Lately I’ve been focusing on tweaking my skills, reviewing your book, and your site for things I can implement.
One of the things I reassessed was my attack position. I always thought I had a pretty good one, but after reviewing it I realized I was a bit lazy with my elbow position. By getting them a bit farther out with more bend, pushing my hips a bit farther back, and getting my head a bit lower it was like opening up a whole new can of braaap on the trail. This little tweak was far better than any doodad/improvement I’ve added to my bike.
I think I was also helped by really focusing on strengthening my core, increasing my flexibility and learning to use my hips more.
Speaking of hips, I love the cornering tip about imagining there is a flashlight in your belly button. My cornering technique increased ten fold with that one. I am a huge fan of those little physical clues/triggers to get your body to execute. I think they are a really effective way to learn, as they focus less on a step by step mechanical breakdown, which can bog me down, and more on the feel of the movement. Keeping your chin up and forward is another good one at getting yourself to scan farther down the trail. Love to hear more of these “physical trigger” tips.
Thank you so much.
Use your butt. From “My quads hurt” – Use your hips!
Thanks for writing. I’m stoked you’ve opened that can of braaaap. What a great expression.
I got that “flashlight in the belly button” line from someone who helped me learn bump skiing. As many of you know, skiing and MTB are more similar than not.
Here are some random “physical triggers” tips:
– Light hands. That’s the biggie.
– Push across the top of the stroke. The key to effective pedaling.
– Use your butt. Push your hips back until you feel your glutes working.
– Lift the corners of your mouth. This is fun!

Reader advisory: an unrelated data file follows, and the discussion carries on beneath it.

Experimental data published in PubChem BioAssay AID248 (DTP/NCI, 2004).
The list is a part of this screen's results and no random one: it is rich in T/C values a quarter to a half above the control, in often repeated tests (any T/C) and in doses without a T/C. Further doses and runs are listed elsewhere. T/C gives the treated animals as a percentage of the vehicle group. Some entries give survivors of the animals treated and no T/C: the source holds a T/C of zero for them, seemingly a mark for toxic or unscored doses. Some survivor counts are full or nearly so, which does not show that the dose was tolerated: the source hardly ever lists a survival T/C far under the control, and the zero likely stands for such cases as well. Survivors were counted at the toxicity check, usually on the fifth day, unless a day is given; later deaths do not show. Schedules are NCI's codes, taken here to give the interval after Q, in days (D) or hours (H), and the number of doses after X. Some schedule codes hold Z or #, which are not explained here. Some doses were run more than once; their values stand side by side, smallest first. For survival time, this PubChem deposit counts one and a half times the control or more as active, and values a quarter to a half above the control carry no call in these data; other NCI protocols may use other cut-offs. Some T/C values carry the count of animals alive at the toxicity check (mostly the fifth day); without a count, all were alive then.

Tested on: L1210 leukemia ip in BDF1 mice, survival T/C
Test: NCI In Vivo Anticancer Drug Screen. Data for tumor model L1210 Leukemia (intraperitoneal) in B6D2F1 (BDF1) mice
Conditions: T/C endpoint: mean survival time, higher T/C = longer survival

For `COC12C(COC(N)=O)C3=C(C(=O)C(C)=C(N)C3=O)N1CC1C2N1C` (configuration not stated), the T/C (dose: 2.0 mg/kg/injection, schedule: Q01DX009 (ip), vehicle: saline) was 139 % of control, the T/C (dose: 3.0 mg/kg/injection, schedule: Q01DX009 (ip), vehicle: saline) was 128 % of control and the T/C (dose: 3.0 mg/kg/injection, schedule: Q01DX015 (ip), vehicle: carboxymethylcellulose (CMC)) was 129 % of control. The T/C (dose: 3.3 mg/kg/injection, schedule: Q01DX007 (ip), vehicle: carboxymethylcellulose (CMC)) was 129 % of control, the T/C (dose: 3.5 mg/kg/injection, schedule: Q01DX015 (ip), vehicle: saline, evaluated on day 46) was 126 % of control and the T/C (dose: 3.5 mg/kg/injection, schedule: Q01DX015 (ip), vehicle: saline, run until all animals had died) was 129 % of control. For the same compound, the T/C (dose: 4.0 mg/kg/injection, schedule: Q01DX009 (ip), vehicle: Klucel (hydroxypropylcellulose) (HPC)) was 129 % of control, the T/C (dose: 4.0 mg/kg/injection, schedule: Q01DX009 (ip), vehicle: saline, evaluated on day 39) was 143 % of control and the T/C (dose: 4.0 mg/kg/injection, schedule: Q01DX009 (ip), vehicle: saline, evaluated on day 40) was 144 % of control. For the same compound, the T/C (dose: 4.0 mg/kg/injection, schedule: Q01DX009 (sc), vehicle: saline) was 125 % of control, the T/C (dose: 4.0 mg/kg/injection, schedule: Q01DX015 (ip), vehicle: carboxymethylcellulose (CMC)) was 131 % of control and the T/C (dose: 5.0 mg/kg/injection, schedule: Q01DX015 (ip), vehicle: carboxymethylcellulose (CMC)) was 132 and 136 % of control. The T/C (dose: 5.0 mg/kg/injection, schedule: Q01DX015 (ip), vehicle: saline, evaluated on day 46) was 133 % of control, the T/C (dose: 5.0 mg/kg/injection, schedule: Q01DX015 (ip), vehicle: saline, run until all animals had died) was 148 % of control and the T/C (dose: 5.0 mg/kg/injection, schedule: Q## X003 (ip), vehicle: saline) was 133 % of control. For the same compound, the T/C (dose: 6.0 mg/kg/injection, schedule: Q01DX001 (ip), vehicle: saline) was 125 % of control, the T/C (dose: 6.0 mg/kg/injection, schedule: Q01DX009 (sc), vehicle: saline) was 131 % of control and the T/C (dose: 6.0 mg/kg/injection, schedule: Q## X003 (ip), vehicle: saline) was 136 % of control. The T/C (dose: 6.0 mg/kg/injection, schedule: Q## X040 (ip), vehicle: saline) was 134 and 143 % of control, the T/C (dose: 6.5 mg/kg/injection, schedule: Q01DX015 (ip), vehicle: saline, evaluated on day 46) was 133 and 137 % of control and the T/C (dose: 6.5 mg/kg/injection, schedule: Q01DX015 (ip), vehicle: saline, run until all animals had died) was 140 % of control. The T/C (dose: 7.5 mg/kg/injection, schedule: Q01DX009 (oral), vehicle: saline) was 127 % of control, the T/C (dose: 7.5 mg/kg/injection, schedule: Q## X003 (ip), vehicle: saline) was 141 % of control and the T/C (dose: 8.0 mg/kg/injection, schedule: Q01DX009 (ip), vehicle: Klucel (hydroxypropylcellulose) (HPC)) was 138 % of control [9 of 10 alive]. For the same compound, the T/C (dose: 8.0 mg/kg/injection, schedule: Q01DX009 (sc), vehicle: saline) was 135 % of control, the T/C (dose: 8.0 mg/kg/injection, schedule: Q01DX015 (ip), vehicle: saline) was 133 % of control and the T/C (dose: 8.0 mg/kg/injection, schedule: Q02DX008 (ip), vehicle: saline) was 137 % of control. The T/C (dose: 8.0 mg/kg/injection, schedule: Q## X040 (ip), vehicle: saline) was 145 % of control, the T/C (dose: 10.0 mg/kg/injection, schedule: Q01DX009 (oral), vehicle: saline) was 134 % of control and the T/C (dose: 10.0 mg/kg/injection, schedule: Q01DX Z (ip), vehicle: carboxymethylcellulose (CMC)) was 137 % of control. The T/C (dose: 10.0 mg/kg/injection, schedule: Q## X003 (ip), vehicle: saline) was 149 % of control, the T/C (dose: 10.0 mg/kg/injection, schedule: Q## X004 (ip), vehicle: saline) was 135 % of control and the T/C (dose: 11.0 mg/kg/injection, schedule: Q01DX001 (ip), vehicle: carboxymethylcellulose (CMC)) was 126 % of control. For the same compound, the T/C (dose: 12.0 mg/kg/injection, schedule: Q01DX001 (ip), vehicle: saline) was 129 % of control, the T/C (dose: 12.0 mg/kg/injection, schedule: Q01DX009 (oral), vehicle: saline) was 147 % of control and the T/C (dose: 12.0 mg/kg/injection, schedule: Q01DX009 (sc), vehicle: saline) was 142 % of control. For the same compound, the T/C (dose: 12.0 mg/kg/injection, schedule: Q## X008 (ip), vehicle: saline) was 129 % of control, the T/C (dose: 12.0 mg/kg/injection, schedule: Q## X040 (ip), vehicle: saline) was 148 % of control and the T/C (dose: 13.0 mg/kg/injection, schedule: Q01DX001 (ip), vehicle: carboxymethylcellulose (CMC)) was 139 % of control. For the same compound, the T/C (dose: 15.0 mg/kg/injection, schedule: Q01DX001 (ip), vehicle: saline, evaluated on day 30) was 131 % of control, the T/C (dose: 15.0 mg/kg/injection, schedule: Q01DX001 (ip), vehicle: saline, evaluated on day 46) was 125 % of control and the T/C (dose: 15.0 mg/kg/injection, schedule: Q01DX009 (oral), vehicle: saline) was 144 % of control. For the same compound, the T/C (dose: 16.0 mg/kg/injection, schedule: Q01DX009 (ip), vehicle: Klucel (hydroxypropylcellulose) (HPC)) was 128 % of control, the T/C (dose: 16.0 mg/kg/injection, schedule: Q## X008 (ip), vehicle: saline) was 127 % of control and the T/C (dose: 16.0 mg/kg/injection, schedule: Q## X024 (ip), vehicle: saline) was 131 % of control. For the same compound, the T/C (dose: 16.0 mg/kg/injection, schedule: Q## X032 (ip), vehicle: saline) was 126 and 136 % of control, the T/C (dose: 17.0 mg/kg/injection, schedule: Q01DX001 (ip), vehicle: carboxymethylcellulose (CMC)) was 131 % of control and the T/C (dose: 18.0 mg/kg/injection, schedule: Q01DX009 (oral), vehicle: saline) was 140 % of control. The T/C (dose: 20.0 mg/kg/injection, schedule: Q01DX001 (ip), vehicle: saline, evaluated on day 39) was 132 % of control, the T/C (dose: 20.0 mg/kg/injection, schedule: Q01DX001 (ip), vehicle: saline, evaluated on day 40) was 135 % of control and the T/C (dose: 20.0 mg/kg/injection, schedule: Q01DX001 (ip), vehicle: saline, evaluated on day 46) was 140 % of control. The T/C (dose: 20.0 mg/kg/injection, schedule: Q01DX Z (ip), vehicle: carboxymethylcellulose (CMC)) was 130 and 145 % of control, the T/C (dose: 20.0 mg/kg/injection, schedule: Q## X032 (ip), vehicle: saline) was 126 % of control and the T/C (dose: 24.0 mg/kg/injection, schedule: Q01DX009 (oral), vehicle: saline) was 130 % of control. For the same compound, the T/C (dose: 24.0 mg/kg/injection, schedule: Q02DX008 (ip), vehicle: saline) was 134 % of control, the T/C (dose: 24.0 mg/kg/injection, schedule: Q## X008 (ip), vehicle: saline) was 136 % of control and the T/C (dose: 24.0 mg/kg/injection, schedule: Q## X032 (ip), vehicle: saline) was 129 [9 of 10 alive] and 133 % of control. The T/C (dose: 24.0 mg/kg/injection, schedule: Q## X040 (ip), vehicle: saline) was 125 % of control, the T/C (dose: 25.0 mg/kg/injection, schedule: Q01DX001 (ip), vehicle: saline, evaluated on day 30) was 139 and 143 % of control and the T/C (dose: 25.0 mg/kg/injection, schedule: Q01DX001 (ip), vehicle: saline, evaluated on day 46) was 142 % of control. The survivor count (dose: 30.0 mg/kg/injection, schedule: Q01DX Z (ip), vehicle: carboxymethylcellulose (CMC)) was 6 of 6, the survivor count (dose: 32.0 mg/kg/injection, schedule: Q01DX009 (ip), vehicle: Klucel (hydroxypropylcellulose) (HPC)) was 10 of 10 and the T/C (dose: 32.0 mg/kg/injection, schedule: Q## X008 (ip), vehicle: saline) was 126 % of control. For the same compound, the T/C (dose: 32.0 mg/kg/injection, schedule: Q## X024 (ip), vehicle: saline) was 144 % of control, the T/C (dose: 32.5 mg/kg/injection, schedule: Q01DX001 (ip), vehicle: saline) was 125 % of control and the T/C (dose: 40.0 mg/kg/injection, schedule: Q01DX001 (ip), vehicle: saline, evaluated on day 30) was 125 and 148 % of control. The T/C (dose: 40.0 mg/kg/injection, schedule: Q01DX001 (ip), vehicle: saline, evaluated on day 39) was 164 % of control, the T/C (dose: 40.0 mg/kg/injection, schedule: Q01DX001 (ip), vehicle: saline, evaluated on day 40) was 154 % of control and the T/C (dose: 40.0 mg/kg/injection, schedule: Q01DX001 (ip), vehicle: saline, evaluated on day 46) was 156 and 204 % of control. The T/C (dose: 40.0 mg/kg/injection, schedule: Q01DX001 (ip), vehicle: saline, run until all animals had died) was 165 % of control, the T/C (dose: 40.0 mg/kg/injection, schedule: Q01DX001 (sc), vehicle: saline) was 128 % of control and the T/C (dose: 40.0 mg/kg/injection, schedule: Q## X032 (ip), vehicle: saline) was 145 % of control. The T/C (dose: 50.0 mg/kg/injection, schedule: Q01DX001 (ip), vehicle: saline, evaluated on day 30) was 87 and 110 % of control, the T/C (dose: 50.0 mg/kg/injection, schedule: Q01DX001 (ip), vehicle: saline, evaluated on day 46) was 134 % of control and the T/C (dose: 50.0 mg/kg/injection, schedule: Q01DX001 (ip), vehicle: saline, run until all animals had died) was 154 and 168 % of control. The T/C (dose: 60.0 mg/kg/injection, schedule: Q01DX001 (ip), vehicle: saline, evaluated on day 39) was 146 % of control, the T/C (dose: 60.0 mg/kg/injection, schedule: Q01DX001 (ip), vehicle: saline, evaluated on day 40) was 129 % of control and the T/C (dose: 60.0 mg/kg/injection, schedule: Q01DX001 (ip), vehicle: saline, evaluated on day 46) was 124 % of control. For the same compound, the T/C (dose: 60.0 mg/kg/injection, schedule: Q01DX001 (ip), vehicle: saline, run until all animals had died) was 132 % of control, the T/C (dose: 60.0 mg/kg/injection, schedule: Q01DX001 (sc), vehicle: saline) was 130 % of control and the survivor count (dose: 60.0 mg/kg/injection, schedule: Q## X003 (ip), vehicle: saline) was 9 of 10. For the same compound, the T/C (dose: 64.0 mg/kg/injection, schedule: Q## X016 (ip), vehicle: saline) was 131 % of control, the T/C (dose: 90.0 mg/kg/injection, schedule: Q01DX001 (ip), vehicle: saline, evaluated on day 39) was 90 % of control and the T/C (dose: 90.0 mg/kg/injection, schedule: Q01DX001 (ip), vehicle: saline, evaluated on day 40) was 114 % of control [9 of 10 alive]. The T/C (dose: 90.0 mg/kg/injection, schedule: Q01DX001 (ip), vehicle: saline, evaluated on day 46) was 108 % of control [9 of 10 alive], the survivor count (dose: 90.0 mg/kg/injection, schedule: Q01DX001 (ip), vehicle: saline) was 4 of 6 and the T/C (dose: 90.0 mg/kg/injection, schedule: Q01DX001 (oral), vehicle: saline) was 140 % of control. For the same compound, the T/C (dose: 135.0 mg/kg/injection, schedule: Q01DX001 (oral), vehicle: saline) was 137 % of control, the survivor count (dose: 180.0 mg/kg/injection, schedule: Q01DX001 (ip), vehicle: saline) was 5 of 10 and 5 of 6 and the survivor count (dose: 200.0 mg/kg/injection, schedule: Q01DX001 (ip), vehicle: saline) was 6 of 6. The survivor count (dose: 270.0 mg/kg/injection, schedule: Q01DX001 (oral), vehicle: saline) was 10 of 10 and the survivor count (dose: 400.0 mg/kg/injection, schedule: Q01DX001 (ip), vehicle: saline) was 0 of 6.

Know more. Have more fun!
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Hey Max and Lee,
I totally agree. These triggers – especially images like the flashlight work great for me, too. And they work even better for kids. I have been teaching PE for 12 years now – nothing leads to more progress than images. That’s why I’m constantly looking for more of them.
Could you clarify one thing about the flashlight for me.
Since I received MMBS I have not been able to try anything on the bike because of a shoulder injury. So I could only try to understand your tips theoretically. What I do not grasp so far is what the “flashlight – turning of the hips” does.
Judging from you remarks on skiing you know a thing or two about that as well. Being an enthusiastic skier myself, I have compared the position of carving a turn on skis with that on the bike. The only thing which seems to be different is the turning of the hips. As you surely know, during a turn on skis you try to keep your downward-pointing shoulder and hip back, so that you can keep the skis on their edges. So rotating the hips forward during a turn isn’t good on skis – why is it on the bike?
Or did I misunderstand something here?
Thanx a lot.